The Difference is in the Details for Police Sketch Artists - KCBD NewsChannel 11 Lubbock


The Difference is in the Details for Police Sketch Artists

"He's tall, dark, and handsome, has salt/pepper hair, wears glasses," says one Lubbock woman.

Lubbock Police Detective Doug Sutton tries to put a "face" to the description. Using a computerized composite drawing program, called Identi-Kit, Sutton can create pictures of people using even the most minor details.

If they're looking at a suspect, or if there's been some type of crime, how well can they recreate and redescribe an image of that person they've seen? So, we have to allow them enough time and not rush them," says Detective Sutton.

Even though he's been on local television for more than 20 years, people still had problems describing what NewsChannel 11 anchorman Abner Euresti looks like.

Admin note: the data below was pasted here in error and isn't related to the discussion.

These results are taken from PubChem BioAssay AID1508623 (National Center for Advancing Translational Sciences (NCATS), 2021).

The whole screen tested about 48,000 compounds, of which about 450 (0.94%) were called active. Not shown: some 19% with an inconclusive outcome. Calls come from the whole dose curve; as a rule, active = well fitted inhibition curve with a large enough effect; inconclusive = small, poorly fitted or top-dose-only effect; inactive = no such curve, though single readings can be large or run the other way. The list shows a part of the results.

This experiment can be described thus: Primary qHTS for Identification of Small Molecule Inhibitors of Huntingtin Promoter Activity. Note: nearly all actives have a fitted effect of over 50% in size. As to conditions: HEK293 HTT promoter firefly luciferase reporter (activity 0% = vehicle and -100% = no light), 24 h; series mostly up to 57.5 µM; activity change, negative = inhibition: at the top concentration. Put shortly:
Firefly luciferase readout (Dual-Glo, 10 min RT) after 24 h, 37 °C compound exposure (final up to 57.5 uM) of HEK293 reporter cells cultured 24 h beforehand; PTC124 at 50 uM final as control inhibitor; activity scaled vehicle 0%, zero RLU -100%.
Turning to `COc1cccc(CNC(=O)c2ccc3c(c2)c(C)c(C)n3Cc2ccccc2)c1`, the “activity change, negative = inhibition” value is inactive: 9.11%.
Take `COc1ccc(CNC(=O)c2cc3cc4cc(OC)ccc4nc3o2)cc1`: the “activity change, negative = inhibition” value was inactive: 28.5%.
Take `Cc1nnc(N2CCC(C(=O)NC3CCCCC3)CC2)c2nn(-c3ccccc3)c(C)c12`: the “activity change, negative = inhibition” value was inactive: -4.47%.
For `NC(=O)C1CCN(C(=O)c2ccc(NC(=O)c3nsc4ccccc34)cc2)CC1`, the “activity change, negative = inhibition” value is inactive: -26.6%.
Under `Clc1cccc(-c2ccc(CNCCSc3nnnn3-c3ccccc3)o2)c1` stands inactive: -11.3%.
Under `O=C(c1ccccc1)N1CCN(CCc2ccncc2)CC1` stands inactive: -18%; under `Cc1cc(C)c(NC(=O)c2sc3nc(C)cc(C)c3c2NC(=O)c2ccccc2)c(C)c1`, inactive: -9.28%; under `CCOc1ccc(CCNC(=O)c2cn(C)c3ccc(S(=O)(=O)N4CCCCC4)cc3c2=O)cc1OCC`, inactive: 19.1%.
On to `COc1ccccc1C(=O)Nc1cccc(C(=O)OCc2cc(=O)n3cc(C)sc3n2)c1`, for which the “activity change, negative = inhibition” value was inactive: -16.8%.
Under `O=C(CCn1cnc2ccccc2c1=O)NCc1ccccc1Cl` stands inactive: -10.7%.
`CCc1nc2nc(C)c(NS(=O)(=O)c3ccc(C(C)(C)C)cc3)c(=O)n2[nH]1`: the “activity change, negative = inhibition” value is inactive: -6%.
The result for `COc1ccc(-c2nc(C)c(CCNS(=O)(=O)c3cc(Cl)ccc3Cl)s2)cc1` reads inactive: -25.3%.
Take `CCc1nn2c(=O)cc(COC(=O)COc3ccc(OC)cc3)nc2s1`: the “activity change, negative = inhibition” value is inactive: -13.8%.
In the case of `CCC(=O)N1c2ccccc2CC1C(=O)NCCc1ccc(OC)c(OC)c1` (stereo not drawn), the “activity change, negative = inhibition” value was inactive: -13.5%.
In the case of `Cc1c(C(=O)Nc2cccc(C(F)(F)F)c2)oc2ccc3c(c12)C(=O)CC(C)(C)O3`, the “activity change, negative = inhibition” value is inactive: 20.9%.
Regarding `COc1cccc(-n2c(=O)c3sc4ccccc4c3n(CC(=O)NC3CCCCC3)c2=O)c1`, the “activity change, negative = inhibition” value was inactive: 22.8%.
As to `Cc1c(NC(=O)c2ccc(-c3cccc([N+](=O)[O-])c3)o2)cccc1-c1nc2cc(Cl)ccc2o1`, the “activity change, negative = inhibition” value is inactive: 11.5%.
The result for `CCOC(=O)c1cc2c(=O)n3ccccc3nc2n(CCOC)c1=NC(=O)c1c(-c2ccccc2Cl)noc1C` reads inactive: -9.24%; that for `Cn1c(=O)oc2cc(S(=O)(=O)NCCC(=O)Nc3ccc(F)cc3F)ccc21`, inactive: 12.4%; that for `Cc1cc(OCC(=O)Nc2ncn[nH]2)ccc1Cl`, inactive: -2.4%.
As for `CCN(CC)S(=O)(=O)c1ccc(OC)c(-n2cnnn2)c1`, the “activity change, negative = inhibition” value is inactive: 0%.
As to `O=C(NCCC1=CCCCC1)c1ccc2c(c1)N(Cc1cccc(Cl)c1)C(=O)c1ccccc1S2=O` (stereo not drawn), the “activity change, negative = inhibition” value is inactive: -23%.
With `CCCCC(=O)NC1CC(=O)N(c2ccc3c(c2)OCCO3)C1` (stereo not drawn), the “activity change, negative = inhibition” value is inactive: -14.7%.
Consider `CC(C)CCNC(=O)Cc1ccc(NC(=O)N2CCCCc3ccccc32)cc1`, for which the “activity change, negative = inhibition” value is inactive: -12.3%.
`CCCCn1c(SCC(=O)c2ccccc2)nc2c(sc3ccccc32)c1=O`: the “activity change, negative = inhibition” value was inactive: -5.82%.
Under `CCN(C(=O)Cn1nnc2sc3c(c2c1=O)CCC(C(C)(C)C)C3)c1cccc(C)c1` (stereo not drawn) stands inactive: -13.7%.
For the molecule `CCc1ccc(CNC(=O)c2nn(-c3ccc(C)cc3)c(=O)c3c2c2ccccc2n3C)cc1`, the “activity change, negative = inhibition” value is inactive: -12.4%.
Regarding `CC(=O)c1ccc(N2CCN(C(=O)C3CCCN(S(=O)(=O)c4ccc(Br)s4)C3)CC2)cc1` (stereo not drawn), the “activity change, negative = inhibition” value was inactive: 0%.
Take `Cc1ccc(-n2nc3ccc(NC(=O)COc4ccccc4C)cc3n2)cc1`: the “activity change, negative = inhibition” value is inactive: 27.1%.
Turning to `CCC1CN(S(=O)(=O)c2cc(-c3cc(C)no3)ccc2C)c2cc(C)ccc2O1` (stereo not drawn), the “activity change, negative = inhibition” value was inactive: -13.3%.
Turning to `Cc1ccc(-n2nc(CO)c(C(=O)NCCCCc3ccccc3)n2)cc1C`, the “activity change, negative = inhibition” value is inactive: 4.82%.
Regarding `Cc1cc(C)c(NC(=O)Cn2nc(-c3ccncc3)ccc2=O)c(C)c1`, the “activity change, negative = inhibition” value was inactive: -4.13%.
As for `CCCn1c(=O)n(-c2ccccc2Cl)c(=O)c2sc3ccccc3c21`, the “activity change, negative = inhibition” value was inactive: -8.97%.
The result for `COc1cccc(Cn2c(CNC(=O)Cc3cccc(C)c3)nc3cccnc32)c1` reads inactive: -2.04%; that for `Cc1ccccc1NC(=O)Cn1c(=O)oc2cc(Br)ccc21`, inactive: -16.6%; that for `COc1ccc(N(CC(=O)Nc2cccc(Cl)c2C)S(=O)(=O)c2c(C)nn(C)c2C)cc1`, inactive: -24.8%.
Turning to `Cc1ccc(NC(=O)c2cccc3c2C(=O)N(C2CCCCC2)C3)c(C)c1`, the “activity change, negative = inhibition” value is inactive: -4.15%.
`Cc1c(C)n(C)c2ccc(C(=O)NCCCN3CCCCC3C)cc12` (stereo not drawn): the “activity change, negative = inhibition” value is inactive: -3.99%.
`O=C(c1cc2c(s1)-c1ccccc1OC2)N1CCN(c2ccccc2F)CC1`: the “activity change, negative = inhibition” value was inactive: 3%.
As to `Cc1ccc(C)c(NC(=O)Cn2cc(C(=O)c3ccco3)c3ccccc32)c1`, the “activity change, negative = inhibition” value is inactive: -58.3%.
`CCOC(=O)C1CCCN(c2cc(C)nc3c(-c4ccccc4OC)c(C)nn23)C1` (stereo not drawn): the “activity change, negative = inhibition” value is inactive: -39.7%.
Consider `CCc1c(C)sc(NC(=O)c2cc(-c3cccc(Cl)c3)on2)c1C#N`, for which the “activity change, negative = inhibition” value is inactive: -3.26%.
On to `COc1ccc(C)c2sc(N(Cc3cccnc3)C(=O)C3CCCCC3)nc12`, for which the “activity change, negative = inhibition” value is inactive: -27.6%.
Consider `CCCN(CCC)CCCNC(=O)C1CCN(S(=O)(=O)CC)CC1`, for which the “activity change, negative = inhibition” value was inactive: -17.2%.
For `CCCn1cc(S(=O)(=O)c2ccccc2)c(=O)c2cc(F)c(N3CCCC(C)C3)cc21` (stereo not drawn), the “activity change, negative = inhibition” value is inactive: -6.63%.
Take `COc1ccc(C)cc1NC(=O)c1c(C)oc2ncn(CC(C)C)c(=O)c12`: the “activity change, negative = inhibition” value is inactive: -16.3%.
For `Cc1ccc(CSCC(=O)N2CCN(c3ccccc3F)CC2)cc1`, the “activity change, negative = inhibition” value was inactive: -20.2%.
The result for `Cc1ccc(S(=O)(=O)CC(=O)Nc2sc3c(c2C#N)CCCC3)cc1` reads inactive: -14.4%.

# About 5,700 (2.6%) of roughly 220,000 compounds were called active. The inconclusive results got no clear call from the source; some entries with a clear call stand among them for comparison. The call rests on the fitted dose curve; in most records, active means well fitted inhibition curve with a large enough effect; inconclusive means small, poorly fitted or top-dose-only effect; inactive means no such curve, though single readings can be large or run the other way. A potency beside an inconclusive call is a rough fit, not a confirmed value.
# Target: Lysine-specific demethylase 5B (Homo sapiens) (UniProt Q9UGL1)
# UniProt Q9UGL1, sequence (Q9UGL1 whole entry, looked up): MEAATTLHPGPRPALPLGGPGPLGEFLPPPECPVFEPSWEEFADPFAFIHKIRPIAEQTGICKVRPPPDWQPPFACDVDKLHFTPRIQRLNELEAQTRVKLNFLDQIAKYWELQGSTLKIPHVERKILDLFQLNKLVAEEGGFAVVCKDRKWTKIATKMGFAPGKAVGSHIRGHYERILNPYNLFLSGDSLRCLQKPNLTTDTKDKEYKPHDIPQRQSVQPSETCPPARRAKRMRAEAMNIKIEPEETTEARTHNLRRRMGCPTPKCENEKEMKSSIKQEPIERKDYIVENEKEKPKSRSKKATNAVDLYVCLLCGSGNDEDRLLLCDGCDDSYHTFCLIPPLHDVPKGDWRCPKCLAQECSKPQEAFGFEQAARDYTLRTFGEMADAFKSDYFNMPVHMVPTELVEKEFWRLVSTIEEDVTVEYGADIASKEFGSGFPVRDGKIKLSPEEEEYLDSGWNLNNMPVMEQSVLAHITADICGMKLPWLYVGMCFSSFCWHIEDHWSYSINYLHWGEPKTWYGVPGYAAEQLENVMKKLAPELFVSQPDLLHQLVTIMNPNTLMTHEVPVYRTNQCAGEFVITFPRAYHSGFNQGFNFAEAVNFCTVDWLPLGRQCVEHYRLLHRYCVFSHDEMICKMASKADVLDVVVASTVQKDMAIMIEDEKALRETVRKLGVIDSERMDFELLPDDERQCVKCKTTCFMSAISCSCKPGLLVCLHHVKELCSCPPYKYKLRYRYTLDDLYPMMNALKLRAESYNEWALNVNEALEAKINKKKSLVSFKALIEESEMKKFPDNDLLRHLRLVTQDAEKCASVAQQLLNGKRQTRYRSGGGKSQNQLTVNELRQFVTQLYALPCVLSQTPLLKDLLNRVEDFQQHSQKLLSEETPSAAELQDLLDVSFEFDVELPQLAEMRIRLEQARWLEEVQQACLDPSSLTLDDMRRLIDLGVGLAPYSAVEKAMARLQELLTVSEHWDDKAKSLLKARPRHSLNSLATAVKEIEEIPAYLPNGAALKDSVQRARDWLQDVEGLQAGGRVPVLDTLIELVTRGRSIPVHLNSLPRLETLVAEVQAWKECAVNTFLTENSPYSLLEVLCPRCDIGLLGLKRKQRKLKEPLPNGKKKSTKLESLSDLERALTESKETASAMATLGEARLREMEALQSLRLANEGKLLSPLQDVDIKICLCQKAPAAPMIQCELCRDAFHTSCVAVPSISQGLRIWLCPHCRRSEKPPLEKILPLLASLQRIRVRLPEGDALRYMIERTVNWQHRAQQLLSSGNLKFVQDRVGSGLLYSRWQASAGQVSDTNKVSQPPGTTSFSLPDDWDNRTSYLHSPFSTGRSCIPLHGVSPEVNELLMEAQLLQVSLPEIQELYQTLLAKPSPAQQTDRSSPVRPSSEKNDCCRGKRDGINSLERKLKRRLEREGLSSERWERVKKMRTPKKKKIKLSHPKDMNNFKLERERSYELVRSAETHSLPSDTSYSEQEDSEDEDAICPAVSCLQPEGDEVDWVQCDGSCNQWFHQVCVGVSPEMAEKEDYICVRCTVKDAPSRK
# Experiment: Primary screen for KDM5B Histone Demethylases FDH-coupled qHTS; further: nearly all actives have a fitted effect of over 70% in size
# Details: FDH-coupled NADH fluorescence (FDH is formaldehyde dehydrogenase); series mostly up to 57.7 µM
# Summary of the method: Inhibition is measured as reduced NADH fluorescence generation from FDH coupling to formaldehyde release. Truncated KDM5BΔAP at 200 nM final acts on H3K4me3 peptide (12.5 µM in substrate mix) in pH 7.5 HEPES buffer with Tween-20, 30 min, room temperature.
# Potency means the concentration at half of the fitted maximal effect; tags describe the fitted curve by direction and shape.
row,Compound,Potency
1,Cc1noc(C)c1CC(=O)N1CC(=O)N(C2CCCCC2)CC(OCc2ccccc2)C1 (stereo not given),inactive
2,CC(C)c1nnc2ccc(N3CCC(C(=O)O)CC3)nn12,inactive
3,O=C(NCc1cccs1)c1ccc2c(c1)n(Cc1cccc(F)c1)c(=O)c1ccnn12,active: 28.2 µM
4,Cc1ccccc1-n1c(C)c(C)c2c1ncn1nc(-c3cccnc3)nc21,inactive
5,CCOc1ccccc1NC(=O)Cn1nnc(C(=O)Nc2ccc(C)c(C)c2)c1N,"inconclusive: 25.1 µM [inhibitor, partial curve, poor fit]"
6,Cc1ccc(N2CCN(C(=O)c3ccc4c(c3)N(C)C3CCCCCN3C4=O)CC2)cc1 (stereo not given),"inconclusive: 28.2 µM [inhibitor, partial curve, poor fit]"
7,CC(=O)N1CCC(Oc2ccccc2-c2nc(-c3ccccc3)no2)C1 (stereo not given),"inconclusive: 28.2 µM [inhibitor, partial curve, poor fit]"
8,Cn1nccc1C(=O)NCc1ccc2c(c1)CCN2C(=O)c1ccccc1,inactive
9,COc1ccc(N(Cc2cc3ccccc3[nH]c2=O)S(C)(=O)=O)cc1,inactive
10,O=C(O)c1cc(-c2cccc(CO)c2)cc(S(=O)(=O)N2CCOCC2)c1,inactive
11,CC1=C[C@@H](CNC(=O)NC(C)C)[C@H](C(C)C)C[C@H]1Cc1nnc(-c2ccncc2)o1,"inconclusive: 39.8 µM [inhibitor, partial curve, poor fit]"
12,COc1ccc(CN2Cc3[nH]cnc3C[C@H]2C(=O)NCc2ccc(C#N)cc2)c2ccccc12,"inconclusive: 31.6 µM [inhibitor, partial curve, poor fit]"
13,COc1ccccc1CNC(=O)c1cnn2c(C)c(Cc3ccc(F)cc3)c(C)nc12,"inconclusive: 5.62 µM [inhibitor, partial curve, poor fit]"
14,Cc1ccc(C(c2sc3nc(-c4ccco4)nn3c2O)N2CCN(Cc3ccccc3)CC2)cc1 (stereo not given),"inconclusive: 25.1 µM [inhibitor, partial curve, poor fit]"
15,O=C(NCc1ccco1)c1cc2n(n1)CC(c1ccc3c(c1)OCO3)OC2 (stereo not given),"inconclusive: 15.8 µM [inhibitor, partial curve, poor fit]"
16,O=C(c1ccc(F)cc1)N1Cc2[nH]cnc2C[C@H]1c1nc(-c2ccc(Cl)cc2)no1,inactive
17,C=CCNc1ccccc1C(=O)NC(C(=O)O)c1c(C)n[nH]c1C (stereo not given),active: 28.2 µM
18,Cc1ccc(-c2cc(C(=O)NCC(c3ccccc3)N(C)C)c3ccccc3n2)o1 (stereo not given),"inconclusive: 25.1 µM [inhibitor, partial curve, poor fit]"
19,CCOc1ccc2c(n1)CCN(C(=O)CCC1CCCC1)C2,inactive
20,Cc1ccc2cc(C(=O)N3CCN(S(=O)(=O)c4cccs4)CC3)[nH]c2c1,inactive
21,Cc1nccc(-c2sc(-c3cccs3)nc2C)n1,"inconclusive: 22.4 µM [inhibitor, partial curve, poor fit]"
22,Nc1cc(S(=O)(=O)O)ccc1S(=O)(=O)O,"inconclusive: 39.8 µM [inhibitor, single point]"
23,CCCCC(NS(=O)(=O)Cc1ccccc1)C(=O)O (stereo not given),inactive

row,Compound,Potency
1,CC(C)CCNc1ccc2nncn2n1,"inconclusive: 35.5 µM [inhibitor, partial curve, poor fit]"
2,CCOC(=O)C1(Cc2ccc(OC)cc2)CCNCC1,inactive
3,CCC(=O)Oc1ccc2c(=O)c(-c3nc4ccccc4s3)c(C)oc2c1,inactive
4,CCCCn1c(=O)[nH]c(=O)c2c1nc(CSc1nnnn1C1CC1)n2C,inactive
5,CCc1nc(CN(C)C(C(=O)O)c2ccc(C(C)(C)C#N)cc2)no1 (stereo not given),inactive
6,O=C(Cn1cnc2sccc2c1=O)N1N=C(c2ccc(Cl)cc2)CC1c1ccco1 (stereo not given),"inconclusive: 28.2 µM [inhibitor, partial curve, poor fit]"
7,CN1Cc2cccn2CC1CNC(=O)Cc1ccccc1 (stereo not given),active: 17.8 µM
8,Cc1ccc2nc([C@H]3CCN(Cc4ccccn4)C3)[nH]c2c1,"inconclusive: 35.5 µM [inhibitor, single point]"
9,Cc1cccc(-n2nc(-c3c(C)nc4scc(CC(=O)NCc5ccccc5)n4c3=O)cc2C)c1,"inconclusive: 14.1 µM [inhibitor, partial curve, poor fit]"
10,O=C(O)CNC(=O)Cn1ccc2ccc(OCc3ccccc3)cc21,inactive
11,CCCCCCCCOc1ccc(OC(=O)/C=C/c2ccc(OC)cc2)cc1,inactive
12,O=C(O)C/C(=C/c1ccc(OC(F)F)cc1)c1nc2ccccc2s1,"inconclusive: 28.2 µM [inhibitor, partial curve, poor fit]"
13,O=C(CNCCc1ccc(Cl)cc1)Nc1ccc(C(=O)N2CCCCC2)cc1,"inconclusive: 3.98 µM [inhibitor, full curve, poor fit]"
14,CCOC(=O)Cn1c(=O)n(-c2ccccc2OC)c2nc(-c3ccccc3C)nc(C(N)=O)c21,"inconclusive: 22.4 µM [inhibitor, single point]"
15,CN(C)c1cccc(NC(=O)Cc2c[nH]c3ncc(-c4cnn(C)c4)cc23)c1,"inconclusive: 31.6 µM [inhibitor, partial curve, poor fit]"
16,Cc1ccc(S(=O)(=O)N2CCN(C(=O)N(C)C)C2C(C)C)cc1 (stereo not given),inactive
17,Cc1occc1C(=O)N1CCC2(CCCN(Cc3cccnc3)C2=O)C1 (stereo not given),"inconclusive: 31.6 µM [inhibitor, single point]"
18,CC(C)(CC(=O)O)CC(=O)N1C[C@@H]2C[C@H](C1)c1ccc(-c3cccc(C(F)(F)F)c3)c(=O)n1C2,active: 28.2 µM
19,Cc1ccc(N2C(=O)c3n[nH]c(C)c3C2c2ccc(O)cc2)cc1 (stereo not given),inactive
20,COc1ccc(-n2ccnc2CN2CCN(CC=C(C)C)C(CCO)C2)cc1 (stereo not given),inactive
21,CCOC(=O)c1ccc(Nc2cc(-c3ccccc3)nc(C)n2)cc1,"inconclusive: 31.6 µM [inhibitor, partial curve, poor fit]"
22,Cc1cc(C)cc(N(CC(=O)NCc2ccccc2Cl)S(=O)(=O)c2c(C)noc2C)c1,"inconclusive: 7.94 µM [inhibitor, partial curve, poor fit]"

"I think he has a round face, kinda," says one woman.

"He's a Hispanic male. I guess 5' 11", big flowing black hair, high cheek bones," says one Lubbock man.

"Because they say flowing hair, we're going to go long hair," says Detective Sutton.

It's vague descriptions like this that is all Maryland investigators have to go on, and that makes attention to detail essential. Sutton says the sooner eyewitnesses come forward, the better.

"Obviously, identification is very important early on in this stage. If something goes down, the quicker you can get a person in, it's an essential tool for us," says Sutton.

The composite sketches NewsChannel 11 did were created in minutes. Actually, investigators work with eyewitnesses for much longer, sometimes two hours. Lubbock Police have been successful with their composite computer program, but they say it's up to you to pay attention to detail and always be aware and alert of surroundings.

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